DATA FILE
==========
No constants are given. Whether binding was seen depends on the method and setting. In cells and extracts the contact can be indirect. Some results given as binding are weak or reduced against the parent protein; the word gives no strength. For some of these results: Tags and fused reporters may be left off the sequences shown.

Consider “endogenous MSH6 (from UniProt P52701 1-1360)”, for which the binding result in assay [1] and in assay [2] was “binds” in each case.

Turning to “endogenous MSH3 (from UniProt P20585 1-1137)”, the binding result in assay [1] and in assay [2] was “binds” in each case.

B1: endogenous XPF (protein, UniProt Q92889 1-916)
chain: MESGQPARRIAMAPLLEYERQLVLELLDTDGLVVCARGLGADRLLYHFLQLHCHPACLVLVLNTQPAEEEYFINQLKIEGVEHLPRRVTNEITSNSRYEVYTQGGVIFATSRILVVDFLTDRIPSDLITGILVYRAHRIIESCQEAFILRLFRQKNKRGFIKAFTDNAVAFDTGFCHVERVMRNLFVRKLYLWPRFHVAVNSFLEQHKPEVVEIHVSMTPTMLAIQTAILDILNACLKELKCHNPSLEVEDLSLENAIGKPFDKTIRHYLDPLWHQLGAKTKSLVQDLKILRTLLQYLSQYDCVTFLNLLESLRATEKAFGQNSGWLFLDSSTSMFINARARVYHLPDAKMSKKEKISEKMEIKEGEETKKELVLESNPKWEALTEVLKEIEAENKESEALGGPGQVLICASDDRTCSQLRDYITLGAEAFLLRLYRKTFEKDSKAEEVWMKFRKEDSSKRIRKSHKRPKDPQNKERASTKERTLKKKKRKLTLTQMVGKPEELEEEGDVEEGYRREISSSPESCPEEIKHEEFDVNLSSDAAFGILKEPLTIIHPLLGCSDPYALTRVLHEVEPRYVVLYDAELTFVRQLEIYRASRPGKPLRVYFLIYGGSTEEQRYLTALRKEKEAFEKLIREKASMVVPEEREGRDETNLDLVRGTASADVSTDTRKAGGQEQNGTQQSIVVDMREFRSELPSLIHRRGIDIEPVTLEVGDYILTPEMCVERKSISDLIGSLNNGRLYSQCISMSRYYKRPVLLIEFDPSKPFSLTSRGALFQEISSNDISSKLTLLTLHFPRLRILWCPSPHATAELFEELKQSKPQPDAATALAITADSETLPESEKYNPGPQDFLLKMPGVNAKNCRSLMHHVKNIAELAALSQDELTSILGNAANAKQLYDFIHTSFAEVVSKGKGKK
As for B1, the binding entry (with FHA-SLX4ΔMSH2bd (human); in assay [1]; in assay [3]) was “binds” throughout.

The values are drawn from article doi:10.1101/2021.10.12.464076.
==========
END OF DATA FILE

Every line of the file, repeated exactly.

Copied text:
No constants are given. Whether binding was seen depends on the method and setting. In cells and extracts the contact can be indirect. Some results given as binding are weak or reduced against the parent protein; the word gives no strength. For some of these results: Tags and fused reporters may be left off the sequences shown.

Consider “endogenous MSH6 (from UniProt P52701 1-1360)”, for which the binding result in assay [1] and in assay [2] was “binds” in each case.

Turning to “endogenous MSH3 (from UniProt P20585 1-1137)”, the binding result in assay [1] and in assay [2] was “binds” in each case.

B1: endogenous XPF (protein, UniProt Q92889 1-916)
chain: MESGQPARRIAMAPLLEYERQLVLELLDTDGLVVCARGLGADRLLYHFLQLHCHPACLVLVLNTQPAEEEYFINQLKIEGVEHLPRRVTNEITSNSRYEVYTQGGVIFATSRILVVDFLTDRIPSDLITGILVYRAHRIIESCQEAFILRLFRQKNKRGFIKAFTDNAVAFDTGFCHVERVMRNLFVRKLYLWPRFHVAVNSFLEQHKPEVVEIHVSMTPTMLAIQTAILDILNACLKELKCHNPSLEVEDLSLENAIGKPFDKTIRHYLDPLWHQLGAKTKSLVQDLKILRTLLQYLSQYDCVTFLNLLESLRATEKAFGQNSGWLFLDSSTSMFINARARVYHLPDAKMSKKEKISEKMEIKEGEETKKELVLESNPKWEALTEVLKEIEAENKESEALGGPGQVLICASDDRTCSQLRDYITLGAEAFLLRLYRKTFEKDSKAEEVWMKFRKEDSSKRIRKSHKRPKDPQNKERASTKERTLKKKKRKLTLTQMVGKPEELEEEGDVEEGYRREISSSPESCPEEIKHEEFDVNLSSDAAFGILKEPLTIIHPLLGCSDPYALTRVLHEVEPRYVVLYDAELTFVRQLEIYRASRPGKPLRVYFLIYGGSTEEQRYLTALRKEKEAFEKLIREKASMVVPEEREGRDETNLDLVRGTASADVSTDTRKAGGQEQNGTQQSIVVDMREFRSELPSLIHRRGIDIEPVTLEVGDYILTPEMCVERKSISDLIGSLNNGRLYSQCISMSRYYKRPVLLIEFDPSKPFSLTSRGALFQEISSNDISSKLTLLTLHFPRLRILWCPSPHATAELFEELKQSKPQPDAATALAITADSETLPESEKYNPGPQDFLLKMPGVNAKNCRSLMHHVKNIAELAALSQDELTSILGNAANAKQLYDFIHTSFAEVVSKGKGKK
As for B1, the binding entry (with FHA-SLX4ΔMSH2bd (human); in assay [1]; in assay [3]) was “binds” throughout.

The values are drawn from article doi:10.1101/2021.10.12.464076.